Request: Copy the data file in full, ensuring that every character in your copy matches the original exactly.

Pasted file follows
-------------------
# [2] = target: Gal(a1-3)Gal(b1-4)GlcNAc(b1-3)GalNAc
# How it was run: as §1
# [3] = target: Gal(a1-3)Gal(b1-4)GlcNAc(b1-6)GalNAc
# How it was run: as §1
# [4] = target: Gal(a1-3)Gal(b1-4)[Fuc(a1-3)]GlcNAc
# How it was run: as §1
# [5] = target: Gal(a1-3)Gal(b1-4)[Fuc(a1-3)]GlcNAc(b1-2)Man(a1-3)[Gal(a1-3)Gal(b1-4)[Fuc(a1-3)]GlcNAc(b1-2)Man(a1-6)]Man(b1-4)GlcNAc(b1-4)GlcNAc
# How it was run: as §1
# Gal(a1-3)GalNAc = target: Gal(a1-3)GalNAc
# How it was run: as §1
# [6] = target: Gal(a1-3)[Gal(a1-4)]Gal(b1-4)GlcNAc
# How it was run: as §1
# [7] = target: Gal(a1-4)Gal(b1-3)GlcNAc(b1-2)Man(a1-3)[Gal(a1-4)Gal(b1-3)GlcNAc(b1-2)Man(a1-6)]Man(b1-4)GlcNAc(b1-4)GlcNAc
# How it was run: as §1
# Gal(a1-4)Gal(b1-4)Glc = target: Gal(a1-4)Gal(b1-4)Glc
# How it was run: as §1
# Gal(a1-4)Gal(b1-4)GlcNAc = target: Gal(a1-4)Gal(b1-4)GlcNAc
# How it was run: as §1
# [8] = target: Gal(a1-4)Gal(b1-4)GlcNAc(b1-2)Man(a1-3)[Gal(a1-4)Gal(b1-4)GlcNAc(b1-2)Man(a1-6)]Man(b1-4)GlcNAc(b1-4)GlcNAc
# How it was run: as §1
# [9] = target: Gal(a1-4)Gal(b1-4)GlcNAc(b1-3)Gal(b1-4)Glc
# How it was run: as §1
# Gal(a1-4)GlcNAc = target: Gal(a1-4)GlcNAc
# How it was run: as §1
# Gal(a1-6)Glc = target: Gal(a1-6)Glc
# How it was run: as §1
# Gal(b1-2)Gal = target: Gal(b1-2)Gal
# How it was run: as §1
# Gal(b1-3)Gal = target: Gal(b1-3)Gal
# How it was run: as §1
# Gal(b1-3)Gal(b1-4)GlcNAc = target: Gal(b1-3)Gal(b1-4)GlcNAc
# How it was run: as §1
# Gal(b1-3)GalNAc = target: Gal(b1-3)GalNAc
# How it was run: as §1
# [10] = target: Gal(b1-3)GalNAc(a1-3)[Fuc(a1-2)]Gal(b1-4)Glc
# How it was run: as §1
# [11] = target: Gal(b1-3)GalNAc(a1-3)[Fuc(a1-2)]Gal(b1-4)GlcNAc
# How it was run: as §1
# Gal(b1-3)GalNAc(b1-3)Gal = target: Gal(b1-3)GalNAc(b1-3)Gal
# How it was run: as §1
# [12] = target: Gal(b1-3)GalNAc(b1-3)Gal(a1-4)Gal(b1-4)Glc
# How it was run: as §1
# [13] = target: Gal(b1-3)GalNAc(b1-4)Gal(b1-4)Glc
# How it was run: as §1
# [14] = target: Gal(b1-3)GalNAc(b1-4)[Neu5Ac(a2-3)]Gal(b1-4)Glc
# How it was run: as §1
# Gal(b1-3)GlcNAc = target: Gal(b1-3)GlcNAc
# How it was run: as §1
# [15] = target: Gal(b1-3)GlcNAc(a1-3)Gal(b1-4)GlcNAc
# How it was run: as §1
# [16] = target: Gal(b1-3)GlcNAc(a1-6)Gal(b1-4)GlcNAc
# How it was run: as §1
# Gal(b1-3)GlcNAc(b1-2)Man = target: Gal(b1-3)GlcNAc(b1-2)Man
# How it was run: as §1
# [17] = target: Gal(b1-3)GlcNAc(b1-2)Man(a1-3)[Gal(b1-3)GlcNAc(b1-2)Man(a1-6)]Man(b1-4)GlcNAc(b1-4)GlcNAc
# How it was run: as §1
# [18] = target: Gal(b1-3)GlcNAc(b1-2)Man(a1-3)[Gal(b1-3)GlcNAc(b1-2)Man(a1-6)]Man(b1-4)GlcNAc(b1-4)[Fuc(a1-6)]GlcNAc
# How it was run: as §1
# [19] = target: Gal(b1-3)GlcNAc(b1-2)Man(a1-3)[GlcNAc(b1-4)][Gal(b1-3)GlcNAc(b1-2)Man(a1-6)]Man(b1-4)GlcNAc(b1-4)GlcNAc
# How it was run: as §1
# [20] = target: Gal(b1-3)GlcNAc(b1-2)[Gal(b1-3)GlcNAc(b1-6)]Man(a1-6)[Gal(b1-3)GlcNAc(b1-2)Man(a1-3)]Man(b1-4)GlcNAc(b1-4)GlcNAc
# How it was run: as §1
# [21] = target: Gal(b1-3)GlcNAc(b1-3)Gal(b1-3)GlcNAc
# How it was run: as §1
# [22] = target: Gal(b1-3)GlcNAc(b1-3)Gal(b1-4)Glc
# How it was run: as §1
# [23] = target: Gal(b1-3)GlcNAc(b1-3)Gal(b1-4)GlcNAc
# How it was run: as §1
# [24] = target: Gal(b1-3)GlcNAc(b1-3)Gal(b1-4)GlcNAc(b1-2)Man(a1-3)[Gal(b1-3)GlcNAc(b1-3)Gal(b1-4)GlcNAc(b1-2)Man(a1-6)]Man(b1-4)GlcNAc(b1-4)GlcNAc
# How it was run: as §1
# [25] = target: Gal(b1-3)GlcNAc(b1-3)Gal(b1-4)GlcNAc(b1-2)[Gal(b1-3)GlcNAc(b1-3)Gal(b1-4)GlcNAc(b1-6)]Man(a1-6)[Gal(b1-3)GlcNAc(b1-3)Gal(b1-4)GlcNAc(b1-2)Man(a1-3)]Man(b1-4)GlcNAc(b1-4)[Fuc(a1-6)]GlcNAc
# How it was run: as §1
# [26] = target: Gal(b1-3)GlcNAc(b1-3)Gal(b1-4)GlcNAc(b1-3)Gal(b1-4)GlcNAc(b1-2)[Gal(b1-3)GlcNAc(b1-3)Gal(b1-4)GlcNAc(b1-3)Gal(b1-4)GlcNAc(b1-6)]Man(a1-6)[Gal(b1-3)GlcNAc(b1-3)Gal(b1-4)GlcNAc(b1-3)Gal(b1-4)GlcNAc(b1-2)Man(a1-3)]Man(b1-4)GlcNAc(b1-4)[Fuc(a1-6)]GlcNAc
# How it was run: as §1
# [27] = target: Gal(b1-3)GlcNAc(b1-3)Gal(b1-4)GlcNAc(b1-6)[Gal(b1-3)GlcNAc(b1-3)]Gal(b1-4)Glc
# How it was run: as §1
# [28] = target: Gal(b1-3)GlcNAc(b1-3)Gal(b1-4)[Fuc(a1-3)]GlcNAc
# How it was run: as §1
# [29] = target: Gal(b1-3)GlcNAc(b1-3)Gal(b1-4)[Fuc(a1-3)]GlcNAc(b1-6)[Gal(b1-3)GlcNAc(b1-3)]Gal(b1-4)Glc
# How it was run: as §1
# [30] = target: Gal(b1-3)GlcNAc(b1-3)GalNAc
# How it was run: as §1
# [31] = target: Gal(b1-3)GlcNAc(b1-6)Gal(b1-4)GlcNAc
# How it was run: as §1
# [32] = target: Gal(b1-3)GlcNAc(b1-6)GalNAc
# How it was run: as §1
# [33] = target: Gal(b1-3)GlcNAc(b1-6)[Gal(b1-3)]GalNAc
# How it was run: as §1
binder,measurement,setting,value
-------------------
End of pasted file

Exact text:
# [2] = target: Gal(a1-3)Gal(b1-4)GlcNAc(b1-3)GalNAc
# How it was run: as §1
# [3] = target: Gal(a1-3)Gal(b1-4)GlcNAc(b1-6)GalNAc
# How it was run: as §1
# [4] = target: Gal(a1-3)Gal(b1-4)[Fuc(a1-3)]GlcNAc
# How it was run: as §1
# [5] = target: Gal(a1-3)Gal(b1-4)[Fuc(a1-3)]GlcNAc(b1-2)Man(a1-3)[Gal(a1-3)Gal(b1-4)[Fuc(a1-3)]GlcNAc(b1-2)Man(a1-6)]Man(b1-4)GlcNAc(b1-4)GlcNAc
# How it was run: as §1
# Gal(a1-3)GalNAc = target: Gal(a1-3)GalNAc
# How it was run: as §1
# [6] = target: Gal(a1-3)[Gal(a1-4)]Gal(b1-4)GlcNAc
# How it was run: as §1
# [7] = target: Gal(a1-4)Gal(b1-3)GlcNAc(b1-2)Man(a1-3)[Gal(a1-4)Gal(b1-3)GlcNAc(b1-2)Man(a1-6)]Man(b1-4)GlcNAc(b1-4)GlcNAc
# How it was run: as §1
# Gal(a1-4)Gal(b1-4)Glc = target: Gal(a1-4)Gal(b1-4)Glc
# How it was run: as §1
# Gal(a1-4)Gal(b1-4)GlcNAc = target: Gal(a1-4)Gal(b1-4)GlcNAc
# How it was run: as §1
# [8] = target: Gal(a1-4)Gal(b1-4)GlcNAc(b1-2)Man(a1-3)[Gal(a1-4)Gal(b1-4)GlcNAc(b1-2)Man(a1-6)]Man(b1-4)GlcNAc(b1-4)GlcNAc
# How it was run: as §1
# [9] = target: Gal(a1-4)Gal(b1-4)GlcNAc(b1-3)Gal(b1-4)Glc
# How it was run: as §1
# Gal(a1-4)GlcNAc = target: Gal(a1-4)GlcNAc
# How it was run: as §1
# Gal(a1-6)Glc = target: Gal(a1-6)Glc
# How it was run: as §1
# Gal(b1-2)Gal = target: Gal(b1-2)Gal
# How it was run: as §1
# Gal(b1-3)Gal = target: Gal(b1-3)Gal
# How it was run: as §1
# Gal(b1-3)Gal(b1-4)GlcNAc = target: Gal(b1-3)Gal(b1-4)GlcNAc
# How it was run: as §1
# Gal(b1-3)GalNAc = target: Gal(b1-3)GalNAc
# How it was run: as §1
# [10] = target: Gal(b1-3)GalNAc(a1-3)[Fuc(a1-2)]Gal(b1-4)Glc
# How it was run: as §1
# [11] = target: Gal(b1-3)GalNAc(a1-3)[Fuc(a1-2)]Gal(b1-4)GlcNAc
# How it was run: as §1
# Gal(b1-3)GalNAc(b1-3)Gal = target: Gal(b1-3)GalNAc(b1-3)Gal
# How it was run: as §1
# [12] = target: Gal(b1-3)GalNAc(b1-3)Gal(a1-4)Gal(b1-4)Glc
# How it was run: as §1
# [13] = target: Gal(b1-3)GalNAc(b1-4)Gal(b1-4)Glc
# How it was run: as §1
# [14] = target: Gal(b1-3)GalNAc(b1-4)[Neu5Ac(a2-3)]Gal(b1-4)Glc
# How it was run: as §1
# Gal(b1-3)GlcNAc = target: Gal(b1-3)GlcNAc
# How it was run: as §1
# [15] = target: Gal(b1-3)GlcNAc(a1-3)Gal(b1-4)GlcNAc
# How it was run: as §1
# [16] = target: Gal(b1-3)GlcNAc(a1-6)Gal(b1-4)GlcNAc
# How it was run: as §1
# Gal(b1-3)GlcNAc(b1-2)Man = target: Gal(b1-3)GlcNAc(b1-2)Man
# How it was run: as §1
# [17] = target: Gal(b1-3)GlcNAc(b1-2)Man(a1-3)[Gal(b1-3)GlcNAc(b1-2)Man(a1-6)]Man(b1-4)GlcNAc(b1-4)GlcNAc
# How it was run: as §1
# [18] = target: Gal(b1-3)GlcNAc(b1-2)Man(a1-3)[Gal(b1-3)GlcNAc(b1-2)Man(a1-6)]Man(b1-4)GlcNAc(b1-4)[Fuc(a1-6)]GlcNAc
# How it was run: as §1
# [19] = target: Gal(b1-3)GlcNAc(b1-2)Man(a1-3)[GlcNAc(b1-4)][Gal(b1-3)GlcNAc(b1-2)Man(a1-6)]Man(b1-4)GlcNAc(b1-4)GlcNAc
# How it was run: as §1
# [20] = target: Gal(b1-3)GlcNAc(b1-2)[Gal(b1-3)GlcNAc(b1-6)]Man(a1-6)[Gal(b1-3)GlcNAc(b1-2)Man(a1-3)]Man(b1-4)GlcNAc(b1-4)GlcNAc
# How it was run: as §1
# [21] = target: Gal(b1-3)GlcNAc(b1-3)Gal(b1-3)GlcNAc
# How it was run: as §1
# [22] = target: Gal(b1-3)GlcNAc(b1-3)Gal(b1-4)Glc
# How it was run: as §1
# [23] = target: Gal(b1-3)GlcNAc(b1-3)Gal(b1-4)GlcNAc
# How it was run: as §1
# [24] = target: Gal(b1-3)GlcNAc(b1-3)Gal(b1-4)GlcNAc(b1-2)Man(a1-3)[Gal(b1-3)GlcNAc(b1-3)Gal(b1-4)GlcNAc(b1-2)Man(a1-6)]Man(b1-4)GlcNAc(b1-4)GlcNAc
# How it was run: as §1
# [25] = target: Gal(b1-3)GlcNAc(b1-3)Gal(b1-4)GlcNAc(b1-2)[Gal(b1-3)GlcNAc(b1-3)Gal(b1-4)GlcNAc(b1-6)]Man(a1-6)[Gal(b1-3)GlcNAc(b1-3)Gal(b1-4)GlcNAc(b1-2)Man(a1-3)]Man(b1-4)GlcNAc(b1-4)[Fuc(a1-6)]GlcNAc
# How it was run: as §1
# [26] = target: Gal(b1-3)GlcNAc(b1-3)Gal(b1-4)GlcNAc(b1-3)Gal(b1-4)GlcNAc(b1-2)[Gal(b1-3)GlcNAc(b1-3)Gal(b1-4)GlcNAc(b1-3)Gal(b1-4)GlcNAc(b1-6)]Man(a1-6)[Gal(b1-3)GlcNAc(b1-3)Gal(b1-4)GlcNAc(b1-3)Gal(b1-4)GlcNAc(b1-2)Man(a1-3)]Man(b1-4)GlcNAc(b1-4)[Fuc(a1-6)]GlcNAc
# How it was run: as §1
# [27] = target: Gal(b1-3)GlcNAc(b1-3)Gal(b1-4)GlcNAc(b1-6)[Gal(b1-3)GlcNAc(b1-3)]Gal(b1-4)Glc
# How it was run: as §1
# [28] = target: Gal(b1-3)GlcNAc(b1-3)Gal(b1-4)[Fuc(a1-3)]GlcNAc
# How it was run: as §1
# [29] = target: Gal(b1-3)GlcNAc(b1-3)Gal(b1-4)[Fuc(a1-3)]GlcNAc(b1-6)[Gal(b1-3)GlcNAc(b1-3)]Gal(b1-4)Glc
# How it was run: as §1
# [30] = target: Gal(b1-3)GlcNAc(b1-3)GalNAc
# How it was run: as §1
# [31] = target: Gal(b1-3)GlcNAc(b1-6)Gal(b1-4)GlcNAc
# How it was run: as §1
# [32] = target: Gal(b1-3)GlcNAc(b1-6)GalNAc
# How it was run: as §1
# [33] = target: Gal(b1-3)GlcNAc(b1-6)[Gal(b1-3)]GalNAc
# How it was run: as §1
binder,measurement,setting,value